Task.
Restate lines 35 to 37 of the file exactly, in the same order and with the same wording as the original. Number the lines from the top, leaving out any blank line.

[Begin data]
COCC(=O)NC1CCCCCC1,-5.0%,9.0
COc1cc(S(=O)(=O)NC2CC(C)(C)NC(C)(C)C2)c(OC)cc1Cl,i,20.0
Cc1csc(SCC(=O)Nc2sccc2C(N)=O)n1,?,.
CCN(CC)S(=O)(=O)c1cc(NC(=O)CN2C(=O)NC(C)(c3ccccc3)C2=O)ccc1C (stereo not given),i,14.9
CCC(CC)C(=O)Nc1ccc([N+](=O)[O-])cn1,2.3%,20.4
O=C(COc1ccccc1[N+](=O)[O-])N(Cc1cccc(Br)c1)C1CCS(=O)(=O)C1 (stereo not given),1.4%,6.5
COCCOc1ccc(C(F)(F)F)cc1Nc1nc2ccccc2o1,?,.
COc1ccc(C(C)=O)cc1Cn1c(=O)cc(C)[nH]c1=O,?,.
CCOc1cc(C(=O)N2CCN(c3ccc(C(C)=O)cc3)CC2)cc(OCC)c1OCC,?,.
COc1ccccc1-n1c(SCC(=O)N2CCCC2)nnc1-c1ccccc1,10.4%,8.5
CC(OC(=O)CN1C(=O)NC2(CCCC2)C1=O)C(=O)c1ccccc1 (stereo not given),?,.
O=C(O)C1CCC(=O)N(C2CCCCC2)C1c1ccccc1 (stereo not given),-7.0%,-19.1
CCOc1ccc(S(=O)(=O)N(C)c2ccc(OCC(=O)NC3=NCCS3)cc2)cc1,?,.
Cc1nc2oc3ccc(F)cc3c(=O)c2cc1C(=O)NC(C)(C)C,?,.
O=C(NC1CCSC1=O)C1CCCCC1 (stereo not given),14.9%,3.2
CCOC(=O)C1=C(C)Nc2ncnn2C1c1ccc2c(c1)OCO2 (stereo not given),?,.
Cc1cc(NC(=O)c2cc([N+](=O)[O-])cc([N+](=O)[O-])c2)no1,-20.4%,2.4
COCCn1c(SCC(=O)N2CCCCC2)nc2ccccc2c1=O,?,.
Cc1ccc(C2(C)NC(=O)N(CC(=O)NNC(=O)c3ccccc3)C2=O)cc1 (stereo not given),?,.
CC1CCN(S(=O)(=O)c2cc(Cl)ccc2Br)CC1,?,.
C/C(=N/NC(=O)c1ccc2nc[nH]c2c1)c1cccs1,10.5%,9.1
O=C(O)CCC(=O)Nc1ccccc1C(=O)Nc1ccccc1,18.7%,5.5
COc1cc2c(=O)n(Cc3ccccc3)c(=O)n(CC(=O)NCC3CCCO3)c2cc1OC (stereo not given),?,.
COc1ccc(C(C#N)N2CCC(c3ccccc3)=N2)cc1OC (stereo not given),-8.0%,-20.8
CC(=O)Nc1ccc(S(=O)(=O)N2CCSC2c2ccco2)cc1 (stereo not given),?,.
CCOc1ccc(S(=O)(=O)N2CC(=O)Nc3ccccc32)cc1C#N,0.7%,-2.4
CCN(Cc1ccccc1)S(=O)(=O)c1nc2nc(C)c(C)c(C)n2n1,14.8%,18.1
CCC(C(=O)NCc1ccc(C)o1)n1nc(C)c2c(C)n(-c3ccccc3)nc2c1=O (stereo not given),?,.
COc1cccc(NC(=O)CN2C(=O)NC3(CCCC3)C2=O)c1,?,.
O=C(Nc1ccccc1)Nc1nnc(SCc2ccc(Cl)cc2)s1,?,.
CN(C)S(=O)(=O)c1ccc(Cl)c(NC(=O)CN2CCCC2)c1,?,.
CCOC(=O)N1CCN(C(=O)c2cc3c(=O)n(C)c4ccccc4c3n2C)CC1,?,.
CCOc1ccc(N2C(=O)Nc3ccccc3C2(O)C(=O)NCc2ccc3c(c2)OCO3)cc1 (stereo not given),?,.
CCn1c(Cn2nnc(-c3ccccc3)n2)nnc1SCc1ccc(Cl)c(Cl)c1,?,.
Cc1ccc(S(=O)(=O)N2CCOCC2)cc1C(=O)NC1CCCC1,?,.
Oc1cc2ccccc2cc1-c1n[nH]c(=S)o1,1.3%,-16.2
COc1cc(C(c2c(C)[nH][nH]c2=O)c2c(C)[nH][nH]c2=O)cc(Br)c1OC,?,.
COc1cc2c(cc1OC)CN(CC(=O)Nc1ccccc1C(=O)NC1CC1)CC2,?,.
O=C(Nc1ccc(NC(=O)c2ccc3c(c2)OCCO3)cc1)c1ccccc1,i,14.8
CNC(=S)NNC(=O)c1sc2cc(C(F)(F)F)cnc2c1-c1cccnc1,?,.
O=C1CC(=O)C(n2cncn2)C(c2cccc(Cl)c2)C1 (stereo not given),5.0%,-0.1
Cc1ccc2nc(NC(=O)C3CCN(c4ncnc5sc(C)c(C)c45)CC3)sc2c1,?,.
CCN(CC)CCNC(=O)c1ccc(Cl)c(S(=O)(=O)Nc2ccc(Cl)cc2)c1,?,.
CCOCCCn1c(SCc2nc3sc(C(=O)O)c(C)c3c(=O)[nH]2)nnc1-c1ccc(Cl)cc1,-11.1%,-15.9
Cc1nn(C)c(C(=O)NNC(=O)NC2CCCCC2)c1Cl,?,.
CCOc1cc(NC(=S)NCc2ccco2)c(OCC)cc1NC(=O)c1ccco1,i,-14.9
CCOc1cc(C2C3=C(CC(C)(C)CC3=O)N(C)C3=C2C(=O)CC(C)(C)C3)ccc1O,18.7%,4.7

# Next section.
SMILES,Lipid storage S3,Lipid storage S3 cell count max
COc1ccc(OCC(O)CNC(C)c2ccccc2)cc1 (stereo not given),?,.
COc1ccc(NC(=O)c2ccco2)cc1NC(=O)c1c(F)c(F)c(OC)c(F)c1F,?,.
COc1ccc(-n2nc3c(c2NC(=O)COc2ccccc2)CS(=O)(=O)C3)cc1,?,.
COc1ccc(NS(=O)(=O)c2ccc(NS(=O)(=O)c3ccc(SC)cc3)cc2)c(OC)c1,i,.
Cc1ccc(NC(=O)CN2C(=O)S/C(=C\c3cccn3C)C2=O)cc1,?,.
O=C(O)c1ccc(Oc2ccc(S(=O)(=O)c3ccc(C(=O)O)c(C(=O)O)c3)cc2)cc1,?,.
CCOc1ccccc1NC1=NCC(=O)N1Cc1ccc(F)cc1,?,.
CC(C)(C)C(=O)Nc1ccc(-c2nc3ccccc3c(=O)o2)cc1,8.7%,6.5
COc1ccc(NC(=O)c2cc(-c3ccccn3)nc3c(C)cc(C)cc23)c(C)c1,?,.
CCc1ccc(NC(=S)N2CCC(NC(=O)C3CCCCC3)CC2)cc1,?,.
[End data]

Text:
Cc1ccc(S(=O)(=O)N2CCOCC2)cc1C(=O)NC1CCCC1,?,.
Oc1cc2ccccc2cc1-c1n[nH]c(=S)o1,1.3%,-16.2
COc1cc(C(c2c(C)[nH][nH]c2=O)c2c(C)[nH][nH]c2=O)cc(Br)c1OC,?,.